Around The Blogosphere: July 18, 2011

Posted by nvr1983 on July 18th, 2011

 

If you are interested in participating in our ATB2 feature, send in your submissions to rushthecourt@gmail.com. We will add to this post throughout the day as the submissions come in so keep on sending them.

General News

  • Leslie McDonald Tears ACL in NC Pro-Am Game: UNC was dealt a major setback with McDonald’s injury, which could keep him out for the entire season. (Carolina March)
  • Bullock Cleared To Play: Reggie Bullock returned to the court last week for the first time since early March. (Tar Heel Fan)
  • Anthony Hubbard Leaving Iowa: The controversial recruit is leaving the Hawkeyes before ever stepping on the court for them. (Black Hearts Gold Pants)
  • Arizona’s Jordin Mayes’ foot surgery is a bigger deal than you might think: An update on how Mayes is doing following his foot surgery. (Arizona Desert Swarm)
  • So, Maryland Assistant Dalonte Hill is Making $300k: “That’s what the Baltimore Sun’s Jeff Barker is saying, via a source. Which, in case you were wondering, is actually a couple dollars more than the entire assistant staff made during the 09/10 season.” (Testudo Times)
  • The Annual Syracuse Basketball Summer Slimdown Is On: An update on the Syracuse guards attempting to lose 10-15 pounds over the off-season. (Troy Nunes is an Absolute Magician)
  • Kenner League Day 5 In Review: Tyler Adams Debuts, Otto Drains from Deep and Greg Monroe Returns: A recap of the action in the Georgetown-laden summer league. (Casual Hoya)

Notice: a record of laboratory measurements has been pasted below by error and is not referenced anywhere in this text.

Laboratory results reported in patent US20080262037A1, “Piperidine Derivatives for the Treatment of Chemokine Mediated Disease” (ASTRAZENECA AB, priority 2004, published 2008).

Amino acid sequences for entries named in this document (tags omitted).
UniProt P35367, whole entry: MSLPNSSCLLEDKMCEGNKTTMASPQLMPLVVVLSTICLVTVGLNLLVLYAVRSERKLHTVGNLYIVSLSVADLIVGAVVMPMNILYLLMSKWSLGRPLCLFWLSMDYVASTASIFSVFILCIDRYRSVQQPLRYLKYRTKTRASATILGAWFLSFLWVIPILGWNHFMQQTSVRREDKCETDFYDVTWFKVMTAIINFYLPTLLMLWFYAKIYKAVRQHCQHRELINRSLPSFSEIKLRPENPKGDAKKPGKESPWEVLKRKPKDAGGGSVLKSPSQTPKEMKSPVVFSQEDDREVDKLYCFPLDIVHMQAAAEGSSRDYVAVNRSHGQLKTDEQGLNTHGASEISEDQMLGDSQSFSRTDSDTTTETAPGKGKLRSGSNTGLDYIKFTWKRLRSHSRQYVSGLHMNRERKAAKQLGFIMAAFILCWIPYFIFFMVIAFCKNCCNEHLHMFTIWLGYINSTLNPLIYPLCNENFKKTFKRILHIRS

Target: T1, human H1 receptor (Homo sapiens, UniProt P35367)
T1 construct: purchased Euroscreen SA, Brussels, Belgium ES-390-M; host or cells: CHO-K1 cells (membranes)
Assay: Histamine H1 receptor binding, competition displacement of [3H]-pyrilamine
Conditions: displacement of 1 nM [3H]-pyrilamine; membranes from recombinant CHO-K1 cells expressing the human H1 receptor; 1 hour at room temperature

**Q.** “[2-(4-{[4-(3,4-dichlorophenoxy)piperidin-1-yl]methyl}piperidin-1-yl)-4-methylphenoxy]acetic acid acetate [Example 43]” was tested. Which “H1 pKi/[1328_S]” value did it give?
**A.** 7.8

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Morning Five: 06.16.11 Edition

Posted by nvr1983 on June 16th, 2011

  1. Yesterday was a busy day for former UConn forward Jamal Coombs-McDaniel as he not only received a deal from a judge allowing him to enter a state-run drug education program that would leave him without a criminal record (outside of the Internet) and he announced that he would be transferring to Hofstra where he will join former UConn assistant Patrick Sellars (the one who was thrown under the bus in the Nate Miles fiasco).
  2. We are only week away from the NBA Draft and most pundits expect the Cleveland Cavaliers to select Kyrie Irving with the #1 overall pick. Even though most people consider this a weak year overall there are a few people who are quite high on Irving. Basketball Prospectus is apparently high enough on him to write an a post comparing him to Derrick Rose. We don’t think that Irving is even close to the prospect that Rose was coming out of his freshman year (the comparison is probably based on most similar game rather than potential), but it is an interesting analysis.
  3. Over the years Dick Vitale has become somewhat of a lightning rod for fans upset about perceived biases against their teams so much so that they often forget that he was a pretty good college coach (and a lousy pro coach). Detroit, the school that he coached at from 1973-77 and led to the NCAA Tournament in 1977, has announced that it will be naming its court as “Dick Vitale Court at Calihan Hall” during the school’s nationally televised game against St. John’s on December 5, 2011 (more on it here from RTC). We are sort of on the fence with this one. On one hand the program does not have a great track record of success and Vitale got them to the NCAA Tournament, but on the other hand it could be interpreted to be a desperate plea to garner some national attention.